We believe, for these and other reasons, that it goes counter to any interpretation of sound public policy to maintain criminal punishments for anyone for ingestion of cannabis. We believe that adults have the inherent right to ingest cannabis (or anything else they want to ingest). We believe that those accused of possession of “marijuana” should have the right to present evidence of medical use in court and to have juries determine justice from the evidence. We believe that any steps in the direction of improving South Dakota law along these lines is a step in the right direction and we will vigorously support legislators who undertake those steps.

“We” are SoDakNORML, the South Dakota Affiliate of the National Organization for the Reform of Marijuana Laws. We are comprised of thousands of South Dakotans arrested, prosecuted, imprisoned, frightened, amused, angered, or marginalized as a result of cannabis Prohibition, a policy so absurd in its derivation and results that it defies characterization.

On behalf of any of the folks described above who want to endorse these sentiments, I am

Bob Newland
President, SoDakNORML

P.S. Please read the essay on the politics of cannabis at the following website: (the capital P is important).

Co-signed by:
Jesse Grimm, combat veteran, Hot Springs


From my email box (still laughing about the Republican principals);


This message is going to several blog moderators. I spend a little time on Mt Blogmore and Sd Watch and War College, but I don’t have much browsing time, so I have to admit I am most likely not familiar with the politics of your blog.

I also admit that I have a grudge match going with Pat Powers (War College). Whenever I attempt to have a political philosophy discussion with him, he deletes my questions. The question I ask is, “Who owns you?”

This all stems from the drubbing he took, from lots of people, for his asinine reasons for opposing the medical cannabis initiative in 2006 and, more recently, when he reiterated them a month ago, in an exchange that as totally disappeared from his site, as far as I can tell.

I’m sending this in case you think it’s worth posting for comments. I also invite you to look at the site for the Medical Cannabis Campaign.

Unless you tell me not to send it, I’ll probably regularly send you information about our campaign.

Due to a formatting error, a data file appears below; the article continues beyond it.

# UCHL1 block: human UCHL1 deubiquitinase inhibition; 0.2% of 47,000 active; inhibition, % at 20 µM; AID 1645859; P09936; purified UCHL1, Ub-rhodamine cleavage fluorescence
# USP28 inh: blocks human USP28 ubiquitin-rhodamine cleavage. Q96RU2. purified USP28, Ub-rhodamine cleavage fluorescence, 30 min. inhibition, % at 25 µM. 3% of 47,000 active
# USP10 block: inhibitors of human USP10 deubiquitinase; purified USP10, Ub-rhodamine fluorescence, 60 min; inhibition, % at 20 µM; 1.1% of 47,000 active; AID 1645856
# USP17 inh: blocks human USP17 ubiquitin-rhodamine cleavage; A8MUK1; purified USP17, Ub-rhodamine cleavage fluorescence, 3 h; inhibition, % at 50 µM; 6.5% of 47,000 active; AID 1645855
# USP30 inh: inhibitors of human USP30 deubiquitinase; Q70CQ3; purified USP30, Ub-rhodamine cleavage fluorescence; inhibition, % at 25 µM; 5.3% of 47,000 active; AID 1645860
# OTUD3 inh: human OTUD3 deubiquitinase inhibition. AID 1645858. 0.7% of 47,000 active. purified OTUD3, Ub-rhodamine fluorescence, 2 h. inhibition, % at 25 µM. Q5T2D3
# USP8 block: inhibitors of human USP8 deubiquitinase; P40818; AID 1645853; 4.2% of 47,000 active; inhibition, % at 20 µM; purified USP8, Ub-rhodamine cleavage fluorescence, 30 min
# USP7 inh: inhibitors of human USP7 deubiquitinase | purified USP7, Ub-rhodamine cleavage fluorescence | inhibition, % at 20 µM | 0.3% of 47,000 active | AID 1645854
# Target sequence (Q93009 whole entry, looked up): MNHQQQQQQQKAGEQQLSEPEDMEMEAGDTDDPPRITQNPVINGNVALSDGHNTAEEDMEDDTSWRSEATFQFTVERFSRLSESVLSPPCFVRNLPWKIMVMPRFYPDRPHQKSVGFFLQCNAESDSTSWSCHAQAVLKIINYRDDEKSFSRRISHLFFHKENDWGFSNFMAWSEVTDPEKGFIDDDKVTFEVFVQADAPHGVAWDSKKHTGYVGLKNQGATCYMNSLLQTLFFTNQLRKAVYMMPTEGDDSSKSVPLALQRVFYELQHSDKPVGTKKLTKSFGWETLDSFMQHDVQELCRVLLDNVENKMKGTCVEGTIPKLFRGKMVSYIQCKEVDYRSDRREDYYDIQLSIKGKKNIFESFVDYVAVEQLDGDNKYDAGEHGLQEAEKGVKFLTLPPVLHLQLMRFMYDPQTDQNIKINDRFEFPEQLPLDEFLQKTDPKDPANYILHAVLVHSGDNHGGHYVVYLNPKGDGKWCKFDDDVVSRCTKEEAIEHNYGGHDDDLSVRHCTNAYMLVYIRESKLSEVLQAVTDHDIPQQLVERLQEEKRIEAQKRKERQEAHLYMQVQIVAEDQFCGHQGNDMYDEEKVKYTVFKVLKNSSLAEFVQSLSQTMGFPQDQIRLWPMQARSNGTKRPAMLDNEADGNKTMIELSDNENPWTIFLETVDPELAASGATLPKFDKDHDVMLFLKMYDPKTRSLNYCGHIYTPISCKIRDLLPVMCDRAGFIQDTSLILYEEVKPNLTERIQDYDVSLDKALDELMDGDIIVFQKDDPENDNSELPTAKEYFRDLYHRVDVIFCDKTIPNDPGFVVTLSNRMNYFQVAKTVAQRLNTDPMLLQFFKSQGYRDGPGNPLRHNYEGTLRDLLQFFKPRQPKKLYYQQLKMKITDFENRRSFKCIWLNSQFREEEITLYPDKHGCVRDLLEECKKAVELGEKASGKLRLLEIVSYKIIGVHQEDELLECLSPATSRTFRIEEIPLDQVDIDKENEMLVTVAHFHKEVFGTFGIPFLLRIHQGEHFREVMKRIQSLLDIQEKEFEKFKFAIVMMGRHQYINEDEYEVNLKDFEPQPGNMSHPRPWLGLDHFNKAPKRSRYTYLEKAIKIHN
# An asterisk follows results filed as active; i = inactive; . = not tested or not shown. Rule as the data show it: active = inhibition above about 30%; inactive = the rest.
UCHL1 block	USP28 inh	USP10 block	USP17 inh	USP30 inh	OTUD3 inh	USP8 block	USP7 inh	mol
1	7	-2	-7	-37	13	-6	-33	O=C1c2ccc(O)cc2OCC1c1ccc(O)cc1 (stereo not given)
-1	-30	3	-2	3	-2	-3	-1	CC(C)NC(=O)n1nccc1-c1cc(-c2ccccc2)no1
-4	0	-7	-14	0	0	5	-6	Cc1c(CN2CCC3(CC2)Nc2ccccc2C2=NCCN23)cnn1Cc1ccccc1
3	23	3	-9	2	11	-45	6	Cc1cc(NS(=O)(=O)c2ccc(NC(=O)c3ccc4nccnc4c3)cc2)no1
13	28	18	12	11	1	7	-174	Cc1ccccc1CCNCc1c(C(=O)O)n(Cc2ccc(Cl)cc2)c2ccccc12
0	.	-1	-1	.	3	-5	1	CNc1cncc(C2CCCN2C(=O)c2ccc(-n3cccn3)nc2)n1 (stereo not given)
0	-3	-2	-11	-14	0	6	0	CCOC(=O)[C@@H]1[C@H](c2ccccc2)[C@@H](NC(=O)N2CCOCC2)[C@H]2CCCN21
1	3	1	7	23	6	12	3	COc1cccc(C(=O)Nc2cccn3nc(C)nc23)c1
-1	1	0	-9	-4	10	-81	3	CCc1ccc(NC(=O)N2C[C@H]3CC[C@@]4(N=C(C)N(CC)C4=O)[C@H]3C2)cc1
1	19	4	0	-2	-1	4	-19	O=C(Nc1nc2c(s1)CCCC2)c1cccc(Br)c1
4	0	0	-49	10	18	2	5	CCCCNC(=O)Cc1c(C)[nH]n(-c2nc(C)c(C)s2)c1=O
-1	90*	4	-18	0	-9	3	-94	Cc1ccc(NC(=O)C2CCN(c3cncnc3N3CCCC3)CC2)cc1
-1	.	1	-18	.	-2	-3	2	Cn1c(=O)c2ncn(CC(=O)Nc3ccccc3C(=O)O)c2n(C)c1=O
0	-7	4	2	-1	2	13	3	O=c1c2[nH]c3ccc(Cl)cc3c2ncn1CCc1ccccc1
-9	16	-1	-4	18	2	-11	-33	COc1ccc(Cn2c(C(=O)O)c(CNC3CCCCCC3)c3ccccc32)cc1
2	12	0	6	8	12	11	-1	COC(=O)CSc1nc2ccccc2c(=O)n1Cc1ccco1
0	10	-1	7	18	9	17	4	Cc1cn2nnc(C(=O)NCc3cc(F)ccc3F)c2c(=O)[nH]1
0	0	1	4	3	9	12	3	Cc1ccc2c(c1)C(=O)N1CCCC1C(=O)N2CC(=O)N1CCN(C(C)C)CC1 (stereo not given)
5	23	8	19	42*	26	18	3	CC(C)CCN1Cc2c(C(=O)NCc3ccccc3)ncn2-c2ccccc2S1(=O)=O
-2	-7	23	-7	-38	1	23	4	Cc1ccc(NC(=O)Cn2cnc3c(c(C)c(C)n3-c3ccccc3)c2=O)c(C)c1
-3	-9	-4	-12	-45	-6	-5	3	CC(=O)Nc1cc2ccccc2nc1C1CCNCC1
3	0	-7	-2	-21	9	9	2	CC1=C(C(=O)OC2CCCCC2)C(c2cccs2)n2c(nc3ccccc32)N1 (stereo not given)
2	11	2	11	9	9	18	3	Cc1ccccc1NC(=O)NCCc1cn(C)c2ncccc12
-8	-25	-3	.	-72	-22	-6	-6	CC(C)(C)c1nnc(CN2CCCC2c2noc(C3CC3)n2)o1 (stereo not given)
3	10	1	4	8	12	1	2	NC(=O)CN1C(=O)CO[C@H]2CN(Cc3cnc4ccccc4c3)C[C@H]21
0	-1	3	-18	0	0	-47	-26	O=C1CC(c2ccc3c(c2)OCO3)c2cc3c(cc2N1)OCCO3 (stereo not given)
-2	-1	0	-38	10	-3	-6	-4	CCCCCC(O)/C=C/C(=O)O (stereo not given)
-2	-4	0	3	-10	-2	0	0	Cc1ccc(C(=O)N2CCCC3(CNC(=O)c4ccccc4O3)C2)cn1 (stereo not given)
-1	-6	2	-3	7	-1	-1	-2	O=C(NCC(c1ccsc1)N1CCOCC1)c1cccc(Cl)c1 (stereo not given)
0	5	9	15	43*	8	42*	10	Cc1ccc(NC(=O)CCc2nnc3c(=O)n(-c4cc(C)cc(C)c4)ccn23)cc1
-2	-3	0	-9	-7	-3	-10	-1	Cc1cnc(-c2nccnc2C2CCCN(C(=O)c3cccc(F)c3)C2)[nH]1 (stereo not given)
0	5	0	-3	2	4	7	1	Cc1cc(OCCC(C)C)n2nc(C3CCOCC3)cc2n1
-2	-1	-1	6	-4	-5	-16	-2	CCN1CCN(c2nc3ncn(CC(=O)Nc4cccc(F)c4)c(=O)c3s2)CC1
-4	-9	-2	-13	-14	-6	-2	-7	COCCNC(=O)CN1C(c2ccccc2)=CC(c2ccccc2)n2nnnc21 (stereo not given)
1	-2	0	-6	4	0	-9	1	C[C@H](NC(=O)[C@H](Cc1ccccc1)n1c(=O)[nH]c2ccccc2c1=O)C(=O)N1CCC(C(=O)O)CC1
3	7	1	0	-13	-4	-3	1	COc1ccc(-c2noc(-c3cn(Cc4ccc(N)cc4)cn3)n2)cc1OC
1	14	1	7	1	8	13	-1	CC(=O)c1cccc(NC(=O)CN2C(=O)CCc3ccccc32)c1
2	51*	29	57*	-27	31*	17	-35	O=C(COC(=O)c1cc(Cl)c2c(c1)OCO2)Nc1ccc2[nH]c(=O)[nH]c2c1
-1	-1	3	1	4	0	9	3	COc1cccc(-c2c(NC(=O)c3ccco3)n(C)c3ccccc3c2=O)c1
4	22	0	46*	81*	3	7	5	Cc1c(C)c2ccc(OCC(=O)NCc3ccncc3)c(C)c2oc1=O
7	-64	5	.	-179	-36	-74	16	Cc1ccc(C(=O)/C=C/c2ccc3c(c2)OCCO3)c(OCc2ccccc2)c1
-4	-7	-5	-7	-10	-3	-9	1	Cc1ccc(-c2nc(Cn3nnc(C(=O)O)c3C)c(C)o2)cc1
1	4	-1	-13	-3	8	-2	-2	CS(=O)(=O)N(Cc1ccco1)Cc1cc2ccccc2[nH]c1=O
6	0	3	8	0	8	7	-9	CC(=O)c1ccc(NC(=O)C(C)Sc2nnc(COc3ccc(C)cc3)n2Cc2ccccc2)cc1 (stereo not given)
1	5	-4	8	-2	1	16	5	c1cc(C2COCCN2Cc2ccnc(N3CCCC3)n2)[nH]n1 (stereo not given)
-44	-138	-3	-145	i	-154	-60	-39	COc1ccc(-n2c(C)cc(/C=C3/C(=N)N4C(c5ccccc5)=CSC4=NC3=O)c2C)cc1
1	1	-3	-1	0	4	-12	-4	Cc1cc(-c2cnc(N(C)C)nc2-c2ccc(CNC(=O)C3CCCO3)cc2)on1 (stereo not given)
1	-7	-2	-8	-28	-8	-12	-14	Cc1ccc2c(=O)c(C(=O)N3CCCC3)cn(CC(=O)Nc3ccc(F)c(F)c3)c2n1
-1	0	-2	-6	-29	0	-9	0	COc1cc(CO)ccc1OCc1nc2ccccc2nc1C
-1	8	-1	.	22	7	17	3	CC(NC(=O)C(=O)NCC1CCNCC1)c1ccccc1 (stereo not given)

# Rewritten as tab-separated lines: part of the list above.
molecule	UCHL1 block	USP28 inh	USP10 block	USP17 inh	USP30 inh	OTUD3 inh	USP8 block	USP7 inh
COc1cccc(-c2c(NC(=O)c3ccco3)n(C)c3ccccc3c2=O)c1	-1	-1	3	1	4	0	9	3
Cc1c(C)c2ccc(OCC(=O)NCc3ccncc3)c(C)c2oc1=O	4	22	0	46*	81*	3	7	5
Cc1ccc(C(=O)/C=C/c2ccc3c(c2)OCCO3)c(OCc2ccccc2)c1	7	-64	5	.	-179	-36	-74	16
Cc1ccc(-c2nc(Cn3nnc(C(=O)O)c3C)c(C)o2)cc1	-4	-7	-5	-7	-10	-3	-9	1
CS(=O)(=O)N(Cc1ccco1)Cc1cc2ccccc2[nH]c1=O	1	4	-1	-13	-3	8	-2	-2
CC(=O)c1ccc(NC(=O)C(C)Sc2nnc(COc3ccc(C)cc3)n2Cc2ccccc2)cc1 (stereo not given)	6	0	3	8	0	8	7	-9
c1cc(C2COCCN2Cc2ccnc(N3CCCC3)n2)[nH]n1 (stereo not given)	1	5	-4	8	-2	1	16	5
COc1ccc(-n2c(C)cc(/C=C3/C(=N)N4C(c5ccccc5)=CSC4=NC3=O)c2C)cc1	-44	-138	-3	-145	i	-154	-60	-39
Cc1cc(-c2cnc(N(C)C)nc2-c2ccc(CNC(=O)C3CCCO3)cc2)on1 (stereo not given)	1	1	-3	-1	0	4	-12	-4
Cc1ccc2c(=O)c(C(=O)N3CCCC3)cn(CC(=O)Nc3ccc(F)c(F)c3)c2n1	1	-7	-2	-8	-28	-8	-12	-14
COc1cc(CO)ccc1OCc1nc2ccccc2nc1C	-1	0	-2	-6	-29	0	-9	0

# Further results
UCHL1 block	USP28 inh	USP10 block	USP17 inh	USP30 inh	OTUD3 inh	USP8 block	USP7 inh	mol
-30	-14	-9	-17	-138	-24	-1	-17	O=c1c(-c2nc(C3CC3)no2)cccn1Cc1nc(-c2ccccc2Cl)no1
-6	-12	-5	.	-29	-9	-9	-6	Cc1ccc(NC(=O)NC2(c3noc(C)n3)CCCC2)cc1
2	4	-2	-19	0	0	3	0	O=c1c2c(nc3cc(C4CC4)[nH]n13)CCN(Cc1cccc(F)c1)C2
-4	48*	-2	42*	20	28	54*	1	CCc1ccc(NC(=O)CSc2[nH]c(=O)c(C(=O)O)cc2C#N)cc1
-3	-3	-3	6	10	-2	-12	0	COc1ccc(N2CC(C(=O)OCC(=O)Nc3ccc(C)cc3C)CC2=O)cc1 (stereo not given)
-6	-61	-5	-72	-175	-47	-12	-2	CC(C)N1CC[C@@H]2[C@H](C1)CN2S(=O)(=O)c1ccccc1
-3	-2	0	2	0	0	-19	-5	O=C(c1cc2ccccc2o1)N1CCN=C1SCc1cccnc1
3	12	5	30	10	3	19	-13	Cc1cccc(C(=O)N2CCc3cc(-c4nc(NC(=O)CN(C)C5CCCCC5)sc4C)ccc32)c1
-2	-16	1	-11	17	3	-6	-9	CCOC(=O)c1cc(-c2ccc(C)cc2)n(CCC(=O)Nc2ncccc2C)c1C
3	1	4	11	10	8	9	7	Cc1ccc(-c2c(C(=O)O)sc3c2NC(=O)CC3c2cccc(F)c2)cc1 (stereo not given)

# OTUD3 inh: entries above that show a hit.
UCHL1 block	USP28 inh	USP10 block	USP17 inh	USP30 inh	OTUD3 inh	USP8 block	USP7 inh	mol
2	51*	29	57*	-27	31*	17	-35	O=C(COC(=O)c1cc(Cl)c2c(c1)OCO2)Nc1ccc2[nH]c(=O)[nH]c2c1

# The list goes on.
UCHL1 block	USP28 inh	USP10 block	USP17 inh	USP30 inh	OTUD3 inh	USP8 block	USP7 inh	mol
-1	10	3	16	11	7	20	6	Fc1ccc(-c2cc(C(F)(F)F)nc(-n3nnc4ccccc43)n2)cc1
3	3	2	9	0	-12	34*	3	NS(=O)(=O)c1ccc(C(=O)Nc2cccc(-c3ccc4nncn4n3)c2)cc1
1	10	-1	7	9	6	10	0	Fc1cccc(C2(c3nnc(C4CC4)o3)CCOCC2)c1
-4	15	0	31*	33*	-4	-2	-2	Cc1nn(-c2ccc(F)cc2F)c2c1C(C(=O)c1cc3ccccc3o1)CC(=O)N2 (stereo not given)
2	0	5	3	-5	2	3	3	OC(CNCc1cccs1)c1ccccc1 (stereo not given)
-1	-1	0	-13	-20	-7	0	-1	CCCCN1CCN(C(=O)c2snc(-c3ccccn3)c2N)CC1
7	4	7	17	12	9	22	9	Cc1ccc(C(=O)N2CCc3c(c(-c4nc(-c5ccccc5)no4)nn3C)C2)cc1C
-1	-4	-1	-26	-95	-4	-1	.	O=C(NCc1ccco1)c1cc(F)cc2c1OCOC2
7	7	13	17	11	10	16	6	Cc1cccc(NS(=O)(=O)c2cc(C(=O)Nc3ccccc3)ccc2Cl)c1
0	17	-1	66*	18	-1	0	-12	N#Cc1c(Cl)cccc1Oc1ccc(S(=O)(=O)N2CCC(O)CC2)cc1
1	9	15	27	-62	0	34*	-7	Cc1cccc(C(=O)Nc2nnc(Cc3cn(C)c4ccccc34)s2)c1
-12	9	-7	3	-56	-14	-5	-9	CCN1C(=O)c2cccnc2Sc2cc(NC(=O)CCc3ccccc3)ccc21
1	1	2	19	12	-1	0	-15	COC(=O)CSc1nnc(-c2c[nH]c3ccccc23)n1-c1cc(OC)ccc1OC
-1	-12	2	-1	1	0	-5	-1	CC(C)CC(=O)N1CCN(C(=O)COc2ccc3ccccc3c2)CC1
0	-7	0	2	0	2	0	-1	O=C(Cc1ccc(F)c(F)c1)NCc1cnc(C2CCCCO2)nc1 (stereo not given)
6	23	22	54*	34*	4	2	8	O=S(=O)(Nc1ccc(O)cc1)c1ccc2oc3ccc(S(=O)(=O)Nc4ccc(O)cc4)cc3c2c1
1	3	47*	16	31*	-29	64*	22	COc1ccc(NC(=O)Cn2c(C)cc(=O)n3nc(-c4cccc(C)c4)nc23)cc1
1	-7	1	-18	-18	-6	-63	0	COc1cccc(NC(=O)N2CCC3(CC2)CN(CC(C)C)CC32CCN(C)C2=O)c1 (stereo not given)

War College currently has some typical hypocrisy posted about what Pat Powers’s (he calls himself PP) idea of being a Republican.

I edited PP’s post, trying to make it ring with a more accurate tone. My additions arein bold.

I, PP the Blogger, Am A Republican Because…

I believe the strength of our nation lies with the individual and that each person’s dignity freedom, ability and responsibility must be honored, except those people for whom government-approved medicine doesn’t work.

I believe in equal rights, equal justice and equal opportunity for all, regardless of race, creed, sex, age or disability, except when said disability is accompanied by  life-threatening muscle spasms or pain that can only be quelled by cannabis.

I believe free enterprise and encouraging individual initiative have brought this nation opportunity, economic growth and prosperity, which we squander prosecuting people whose doctors and they believe cannabis is beneficial for their ailments.

I believe that government must practice fiscal responsibility and allow individuals to keep more of the money they earn, except those individuals whose medicine of necessity is less expensive and less toxic to them than the stuff their doctors can prescribe.

I believe the proper role of government is to provide for the people only those critical functions that cannot be performed by individuals or private organizations and that the best government is that which governs least and has the greatest suspicion that someone, somewhere is medicating (even under a doctor’s advice) with illegal medicine.

I believe the most effective, responsible and responsive government is government closest to the people, close enough to protect them from using non-governmental approved medicine that is safer than aspirin and nearly as miraculous.

I believe Americans must retain the principles that have made us strong while developing new and innovative ideas to meet the challenges of changing times. Those principles necessitate our feigning blindness from time to time.

I believe Americans value and should preserve our national strength and pride while working to extend peace, freedom and human rights throughout the world. Right.

Finally, I believe the Republican Party is the best vehicle for translating these ideals into positive and successful principles. Sure has been so far.

Now let’s take a Prozac and go stick some quarters in video lottery machines and get drunk. In South Dakota, of course.

Merry Weekend Before Christmas, Everyone